Kalona Cooks: Demolition Derbys – an acceptable manifestation of road rage

By Mary Marek
Posted 7/8/99

It’s been a pretty quiet couple of weeks at my house since the Kalona Days excitement is past. I did spend a little time in Riverside last weekend, though, during Trek Fest.

I’ve never gone to …

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Kalona Cooks: Demolition Derbys – an acceptable manifestation of road rage


It’s been a pretty quiet couple of weeks at my house since the Kalona Days excitement is past. I did spend a little time in Riverside last weekend, though, during Trek Fest.

I’ve never gone to Trek Fest before. It’s never really appealed to me. I don’t mean the celebration itself, just the reason for it. I was never a Star Trek fan when the show was on TV. I guess I don’t really care for science fiction that much, period. So a celebration planned around on a Star Trek theme didn’t seem like my cup of tea.

For those of you who don’t watch TV, I’ll try to explain. Star Trek was a television show that was on the air back in the ‘70s (I think – I told you, I wasn’t a fan). It was about a bunch of people who lived on a space ship (or starship, as it was called on Star Trek) and flew all around the galaxy, fighting evil aliens. Although with these guys, it was kinda hard to tell who the aliens were. I mean, the First Mate, Mr. Spock, was only half-human, and I don’t think it was the half that produced his pointy ears.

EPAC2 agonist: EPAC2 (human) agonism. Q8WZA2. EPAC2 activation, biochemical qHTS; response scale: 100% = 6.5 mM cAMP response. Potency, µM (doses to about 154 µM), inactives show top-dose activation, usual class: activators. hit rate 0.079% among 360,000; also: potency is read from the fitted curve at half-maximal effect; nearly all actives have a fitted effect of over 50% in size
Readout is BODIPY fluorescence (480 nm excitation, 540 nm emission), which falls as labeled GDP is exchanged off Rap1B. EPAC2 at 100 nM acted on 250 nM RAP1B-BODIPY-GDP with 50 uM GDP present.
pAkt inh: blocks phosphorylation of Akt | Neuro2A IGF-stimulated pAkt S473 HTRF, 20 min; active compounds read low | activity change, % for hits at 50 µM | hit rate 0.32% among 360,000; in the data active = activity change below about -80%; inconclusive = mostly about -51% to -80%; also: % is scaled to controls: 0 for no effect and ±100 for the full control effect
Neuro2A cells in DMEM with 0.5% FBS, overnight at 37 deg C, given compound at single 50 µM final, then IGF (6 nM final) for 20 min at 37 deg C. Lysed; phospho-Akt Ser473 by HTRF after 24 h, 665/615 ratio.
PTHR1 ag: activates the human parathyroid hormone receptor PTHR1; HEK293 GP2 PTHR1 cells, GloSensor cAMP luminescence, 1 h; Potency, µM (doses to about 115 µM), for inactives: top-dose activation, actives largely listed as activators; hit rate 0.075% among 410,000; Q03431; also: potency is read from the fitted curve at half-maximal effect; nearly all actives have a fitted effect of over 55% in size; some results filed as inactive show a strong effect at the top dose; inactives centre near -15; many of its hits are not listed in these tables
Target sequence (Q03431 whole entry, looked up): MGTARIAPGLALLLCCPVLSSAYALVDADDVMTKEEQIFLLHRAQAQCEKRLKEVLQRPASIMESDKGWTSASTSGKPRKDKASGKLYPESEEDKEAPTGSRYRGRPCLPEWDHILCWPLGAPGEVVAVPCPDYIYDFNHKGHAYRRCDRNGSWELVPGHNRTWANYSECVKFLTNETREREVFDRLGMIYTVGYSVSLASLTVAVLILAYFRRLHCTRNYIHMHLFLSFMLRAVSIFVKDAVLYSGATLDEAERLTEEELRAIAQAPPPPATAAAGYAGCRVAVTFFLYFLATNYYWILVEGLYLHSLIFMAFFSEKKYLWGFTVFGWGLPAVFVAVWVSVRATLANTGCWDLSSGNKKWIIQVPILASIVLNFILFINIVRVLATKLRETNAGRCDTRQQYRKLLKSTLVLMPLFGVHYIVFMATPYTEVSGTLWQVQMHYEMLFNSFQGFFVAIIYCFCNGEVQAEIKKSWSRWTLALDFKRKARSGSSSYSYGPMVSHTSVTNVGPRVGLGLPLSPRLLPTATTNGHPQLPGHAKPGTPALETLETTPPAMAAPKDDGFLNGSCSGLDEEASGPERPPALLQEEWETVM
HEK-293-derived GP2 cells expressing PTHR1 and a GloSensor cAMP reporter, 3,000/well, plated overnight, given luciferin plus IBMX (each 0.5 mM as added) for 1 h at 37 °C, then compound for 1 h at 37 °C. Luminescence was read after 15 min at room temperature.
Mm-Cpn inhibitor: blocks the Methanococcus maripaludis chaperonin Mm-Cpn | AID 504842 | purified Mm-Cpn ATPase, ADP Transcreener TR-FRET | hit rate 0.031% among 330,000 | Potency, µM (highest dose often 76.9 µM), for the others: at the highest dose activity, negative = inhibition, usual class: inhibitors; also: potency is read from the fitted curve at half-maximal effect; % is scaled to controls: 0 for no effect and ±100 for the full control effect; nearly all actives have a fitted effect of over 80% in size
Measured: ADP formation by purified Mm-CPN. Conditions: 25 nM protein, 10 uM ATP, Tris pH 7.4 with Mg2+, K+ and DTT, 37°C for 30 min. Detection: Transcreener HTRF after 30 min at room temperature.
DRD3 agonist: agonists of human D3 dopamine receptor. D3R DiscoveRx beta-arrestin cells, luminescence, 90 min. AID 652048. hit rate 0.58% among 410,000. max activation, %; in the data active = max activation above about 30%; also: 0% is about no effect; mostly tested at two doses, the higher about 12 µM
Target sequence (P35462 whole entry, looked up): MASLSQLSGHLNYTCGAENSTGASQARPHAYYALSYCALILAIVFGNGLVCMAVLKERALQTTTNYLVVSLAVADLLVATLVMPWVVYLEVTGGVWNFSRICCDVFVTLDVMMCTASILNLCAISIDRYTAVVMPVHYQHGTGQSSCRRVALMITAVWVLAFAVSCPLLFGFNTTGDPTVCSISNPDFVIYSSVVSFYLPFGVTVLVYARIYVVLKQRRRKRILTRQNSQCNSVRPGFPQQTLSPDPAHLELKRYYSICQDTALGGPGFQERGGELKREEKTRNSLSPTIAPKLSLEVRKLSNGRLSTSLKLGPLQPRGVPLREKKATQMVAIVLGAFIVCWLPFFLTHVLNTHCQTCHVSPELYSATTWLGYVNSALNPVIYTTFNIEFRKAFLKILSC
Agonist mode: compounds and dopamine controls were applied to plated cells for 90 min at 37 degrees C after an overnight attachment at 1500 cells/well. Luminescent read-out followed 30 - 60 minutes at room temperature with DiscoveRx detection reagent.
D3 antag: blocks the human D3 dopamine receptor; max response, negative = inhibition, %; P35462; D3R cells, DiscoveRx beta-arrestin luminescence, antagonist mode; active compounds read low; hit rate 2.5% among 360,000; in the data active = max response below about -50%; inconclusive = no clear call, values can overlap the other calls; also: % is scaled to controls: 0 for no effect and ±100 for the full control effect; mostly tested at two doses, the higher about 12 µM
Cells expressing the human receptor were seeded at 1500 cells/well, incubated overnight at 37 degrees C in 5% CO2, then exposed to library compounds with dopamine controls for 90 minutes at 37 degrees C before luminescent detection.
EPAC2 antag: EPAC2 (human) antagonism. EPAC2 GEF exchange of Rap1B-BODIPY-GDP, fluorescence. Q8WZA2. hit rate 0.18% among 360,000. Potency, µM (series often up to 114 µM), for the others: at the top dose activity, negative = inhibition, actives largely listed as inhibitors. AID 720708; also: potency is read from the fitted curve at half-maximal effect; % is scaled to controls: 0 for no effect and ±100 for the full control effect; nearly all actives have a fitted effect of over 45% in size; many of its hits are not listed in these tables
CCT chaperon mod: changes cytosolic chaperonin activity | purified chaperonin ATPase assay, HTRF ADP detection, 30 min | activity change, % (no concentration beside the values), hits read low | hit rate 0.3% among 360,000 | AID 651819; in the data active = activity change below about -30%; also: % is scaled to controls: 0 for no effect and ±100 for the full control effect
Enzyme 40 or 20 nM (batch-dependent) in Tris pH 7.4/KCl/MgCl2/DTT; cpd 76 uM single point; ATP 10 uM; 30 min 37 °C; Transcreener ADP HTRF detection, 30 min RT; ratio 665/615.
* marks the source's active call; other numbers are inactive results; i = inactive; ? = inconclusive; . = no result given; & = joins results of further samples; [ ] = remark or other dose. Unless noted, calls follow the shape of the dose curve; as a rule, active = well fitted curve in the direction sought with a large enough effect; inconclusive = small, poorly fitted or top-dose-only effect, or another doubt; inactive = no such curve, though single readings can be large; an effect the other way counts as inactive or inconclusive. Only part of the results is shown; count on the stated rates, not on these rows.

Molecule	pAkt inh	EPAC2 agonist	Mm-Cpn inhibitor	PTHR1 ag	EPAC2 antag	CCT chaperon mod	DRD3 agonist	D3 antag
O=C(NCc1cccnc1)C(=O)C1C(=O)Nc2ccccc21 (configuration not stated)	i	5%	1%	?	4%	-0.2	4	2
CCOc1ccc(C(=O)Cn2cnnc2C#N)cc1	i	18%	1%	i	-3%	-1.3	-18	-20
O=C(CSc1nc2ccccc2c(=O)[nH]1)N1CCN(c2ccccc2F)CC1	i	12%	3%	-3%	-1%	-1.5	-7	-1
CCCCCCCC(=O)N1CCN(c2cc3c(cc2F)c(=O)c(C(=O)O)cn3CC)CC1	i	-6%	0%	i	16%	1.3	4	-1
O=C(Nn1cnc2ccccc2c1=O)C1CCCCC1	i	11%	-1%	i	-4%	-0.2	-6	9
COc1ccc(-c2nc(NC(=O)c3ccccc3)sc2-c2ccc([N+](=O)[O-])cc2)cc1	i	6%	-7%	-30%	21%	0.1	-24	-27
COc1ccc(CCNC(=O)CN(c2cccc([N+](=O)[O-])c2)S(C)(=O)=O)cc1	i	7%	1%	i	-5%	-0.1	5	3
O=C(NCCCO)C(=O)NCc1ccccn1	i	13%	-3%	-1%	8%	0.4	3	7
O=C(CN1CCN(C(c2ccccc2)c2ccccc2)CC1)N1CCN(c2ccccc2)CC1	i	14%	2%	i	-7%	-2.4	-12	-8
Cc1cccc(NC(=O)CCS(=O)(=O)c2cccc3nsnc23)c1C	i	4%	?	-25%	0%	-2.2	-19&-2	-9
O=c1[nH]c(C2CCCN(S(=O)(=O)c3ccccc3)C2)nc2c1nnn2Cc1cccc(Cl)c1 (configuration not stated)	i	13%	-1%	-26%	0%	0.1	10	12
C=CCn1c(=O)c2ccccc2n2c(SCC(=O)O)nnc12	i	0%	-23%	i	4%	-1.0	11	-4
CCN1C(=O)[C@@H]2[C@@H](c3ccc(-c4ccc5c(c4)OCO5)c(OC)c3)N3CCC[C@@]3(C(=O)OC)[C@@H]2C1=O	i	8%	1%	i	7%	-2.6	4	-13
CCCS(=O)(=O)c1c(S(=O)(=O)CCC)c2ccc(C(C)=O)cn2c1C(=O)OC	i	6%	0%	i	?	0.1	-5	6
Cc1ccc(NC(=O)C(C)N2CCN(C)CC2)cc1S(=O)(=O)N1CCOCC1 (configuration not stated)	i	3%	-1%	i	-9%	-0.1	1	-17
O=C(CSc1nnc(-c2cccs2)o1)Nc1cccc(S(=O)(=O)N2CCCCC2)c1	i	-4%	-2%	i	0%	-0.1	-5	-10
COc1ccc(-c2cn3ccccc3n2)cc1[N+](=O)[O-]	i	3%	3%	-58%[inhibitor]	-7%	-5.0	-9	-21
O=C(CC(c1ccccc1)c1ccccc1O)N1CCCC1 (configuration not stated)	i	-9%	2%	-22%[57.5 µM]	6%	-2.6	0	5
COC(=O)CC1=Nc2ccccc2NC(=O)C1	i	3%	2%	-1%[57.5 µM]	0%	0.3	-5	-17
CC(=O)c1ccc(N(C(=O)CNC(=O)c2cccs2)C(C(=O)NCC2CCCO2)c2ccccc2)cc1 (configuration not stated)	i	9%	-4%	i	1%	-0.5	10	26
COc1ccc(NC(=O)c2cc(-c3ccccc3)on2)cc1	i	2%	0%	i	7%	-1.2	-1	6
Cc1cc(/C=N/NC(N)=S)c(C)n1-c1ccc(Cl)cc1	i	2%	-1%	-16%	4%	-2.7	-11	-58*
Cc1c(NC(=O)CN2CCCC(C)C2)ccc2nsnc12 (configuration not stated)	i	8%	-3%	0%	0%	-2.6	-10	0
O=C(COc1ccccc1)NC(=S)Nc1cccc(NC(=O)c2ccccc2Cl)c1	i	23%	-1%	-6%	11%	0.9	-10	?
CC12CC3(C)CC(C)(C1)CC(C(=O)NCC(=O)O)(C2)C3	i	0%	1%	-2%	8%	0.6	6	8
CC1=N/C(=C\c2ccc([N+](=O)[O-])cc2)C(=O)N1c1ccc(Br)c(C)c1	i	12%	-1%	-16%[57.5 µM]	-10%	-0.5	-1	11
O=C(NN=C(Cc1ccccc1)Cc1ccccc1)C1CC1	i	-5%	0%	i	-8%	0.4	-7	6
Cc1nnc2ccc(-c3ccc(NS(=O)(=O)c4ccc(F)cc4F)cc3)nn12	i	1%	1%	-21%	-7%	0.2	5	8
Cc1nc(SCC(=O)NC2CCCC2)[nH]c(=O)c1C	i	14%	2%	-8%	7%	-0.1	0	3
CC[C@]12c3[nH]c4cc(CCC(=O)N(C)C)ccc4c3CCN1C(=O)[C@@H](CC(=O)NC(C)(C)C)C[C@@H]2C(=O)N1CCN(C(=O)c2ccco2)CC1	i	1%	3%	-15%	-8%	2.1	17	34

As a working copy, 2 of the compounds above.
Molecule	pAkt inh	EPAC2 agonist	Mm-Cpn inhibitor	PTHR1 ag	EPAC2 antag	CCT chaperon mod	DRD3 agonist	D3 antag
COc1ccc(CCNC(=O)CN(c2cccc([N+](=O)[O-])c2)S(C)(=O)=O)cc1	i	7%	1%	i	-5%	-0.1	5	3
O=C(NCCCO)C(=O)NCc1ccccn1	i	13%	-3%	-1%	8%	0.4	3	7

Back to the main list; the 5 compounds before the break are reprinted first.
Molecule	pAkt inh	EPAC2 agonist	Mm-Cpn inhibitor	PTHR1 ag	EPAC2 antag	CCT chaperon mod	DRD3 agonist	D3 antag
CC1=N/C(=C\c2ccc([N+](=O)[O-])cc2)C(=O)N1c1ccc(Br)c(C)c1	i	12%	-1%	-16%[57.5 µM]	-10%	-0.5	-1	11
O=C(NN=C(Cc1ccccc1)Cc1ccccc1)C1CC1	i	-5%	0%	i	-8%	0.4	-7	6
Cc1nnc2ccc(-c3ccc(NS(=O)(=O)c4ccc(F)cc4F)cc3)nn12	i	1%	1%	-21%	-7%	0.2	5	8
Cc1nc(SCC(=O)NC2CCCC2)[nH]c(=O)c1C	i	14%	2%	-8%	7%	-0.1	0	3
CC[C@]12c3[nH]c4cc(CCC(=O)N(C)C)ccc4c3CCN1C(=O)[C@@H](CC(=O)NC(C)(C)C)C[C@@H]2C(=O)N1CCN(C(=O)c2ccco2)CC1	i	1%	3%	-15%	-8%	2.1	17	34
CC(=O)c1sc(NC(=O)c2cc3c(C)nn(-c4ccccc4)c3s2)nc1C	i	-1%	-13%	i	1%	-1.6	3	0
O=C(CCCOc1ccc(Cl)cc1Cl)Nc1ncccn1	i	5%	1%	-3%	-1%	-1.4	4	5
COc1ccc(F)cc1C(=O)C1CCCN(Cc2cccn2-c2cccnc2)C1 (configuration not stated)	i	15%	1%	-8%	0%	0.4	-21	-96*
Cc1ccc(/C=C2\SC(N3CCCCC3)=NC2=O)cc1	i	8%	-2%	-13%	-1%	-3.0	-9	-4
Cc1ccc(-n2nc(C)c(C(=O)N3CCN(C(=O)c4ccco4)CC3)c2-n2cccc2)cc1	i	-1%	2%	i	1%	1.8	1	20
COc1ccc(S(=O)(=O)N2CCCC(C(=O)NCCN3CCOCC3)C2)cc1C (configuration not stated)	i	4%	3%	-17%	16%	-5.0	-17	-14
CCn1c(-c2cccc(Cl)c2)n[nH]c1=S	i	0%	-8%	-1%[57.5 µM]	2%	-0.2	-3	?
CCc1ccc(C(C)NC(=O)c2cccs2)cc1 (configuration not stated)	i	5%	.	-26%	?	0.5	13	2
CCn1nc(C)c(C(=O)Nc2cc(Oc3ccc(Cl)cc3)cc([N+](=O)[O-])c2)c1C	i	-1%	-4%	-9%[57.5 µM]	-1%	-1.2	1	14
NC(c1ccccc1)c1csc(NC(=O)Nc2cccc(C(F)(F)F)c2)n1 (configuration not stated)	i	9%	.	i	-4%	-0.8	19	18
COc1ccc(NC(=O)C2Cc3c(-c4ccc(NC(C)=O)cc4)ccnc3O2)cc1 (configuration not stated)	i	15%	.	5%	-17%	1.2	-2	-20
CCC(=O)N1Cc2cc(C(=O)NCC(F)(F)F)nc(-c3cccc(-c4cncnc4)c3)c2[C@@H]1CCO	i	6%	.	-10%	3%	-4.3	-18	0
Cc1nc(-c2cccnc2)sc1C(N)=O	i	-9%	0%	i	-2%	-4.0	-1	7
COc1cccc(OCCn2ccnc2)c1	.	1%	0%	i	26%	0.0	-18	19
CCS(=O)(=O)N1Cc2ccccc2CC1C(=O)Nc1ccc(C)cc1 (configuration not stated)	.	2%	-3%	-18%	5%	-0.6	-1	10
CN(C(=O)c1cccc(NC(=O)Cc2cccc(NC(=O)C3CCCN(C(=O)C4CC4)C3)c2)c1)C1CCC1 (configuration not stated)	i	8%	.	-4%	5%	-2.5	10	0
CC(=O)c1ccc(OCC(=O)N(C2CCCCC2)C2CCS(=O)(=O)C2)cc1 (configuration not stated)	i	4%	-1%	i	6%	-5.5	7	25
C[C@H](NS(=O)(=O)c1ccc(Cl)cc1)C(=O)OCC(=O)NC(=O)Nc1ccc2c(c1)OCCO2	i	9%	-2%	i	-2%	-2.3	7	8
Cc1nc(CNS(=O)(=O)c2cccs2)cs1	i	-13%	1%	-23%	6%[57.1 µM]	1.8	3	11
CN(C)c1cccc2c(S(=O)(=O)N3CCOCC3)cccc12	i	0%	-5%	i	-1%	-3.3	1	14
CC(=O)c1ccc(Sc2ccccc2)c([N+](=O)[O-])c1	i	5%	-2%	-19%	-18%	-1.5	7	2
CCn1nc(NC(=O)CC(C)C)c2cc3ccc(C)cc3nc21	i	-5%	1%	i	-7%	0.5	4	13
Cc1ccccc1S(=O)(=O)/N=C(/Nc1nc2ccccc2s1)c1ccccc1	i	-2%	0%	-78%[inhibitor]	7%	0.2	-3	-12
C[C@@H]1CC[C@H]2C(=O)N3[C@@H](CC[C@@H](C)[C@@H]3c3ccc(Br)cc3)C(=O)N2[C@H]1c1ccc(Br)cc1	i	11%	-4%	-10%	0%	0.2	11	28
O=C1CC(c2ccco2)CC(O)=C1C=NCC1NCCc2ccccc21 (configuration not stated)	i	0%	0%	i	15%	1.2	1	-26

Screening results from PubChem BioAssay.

The whole Trek Fest thing in Riverside started when someone over there decided that Captain James T. Kirk, the commander of the space ship in the show (it’s name was the Enterprise, by the way), was born in Riverside. I mean, will be born in Riverside, since he hasn’t actually been born yet. Start Trek took place in the future, you see. None of it has actually happened yet. (I know I’m leaving out a lot of little details here, but let’s not sweat the small stuff.)

So Trek Fest is an annual celebration of something that hasn’t, and probably won’t, happen. Like my cousin, Mike Zahs, commented to me the other day, there’s something just a little “off” about celebrating “future history”.

Now, I’m not criticizing Riverside in any way for holding Trek Fest every year. I’m all in favor of any celebration that brings a community together. (I let myself get hit in the face with a cream pie for Kalona Days, didn’t I?) And, after spending a little time at Trek Fest this year, I might go back again.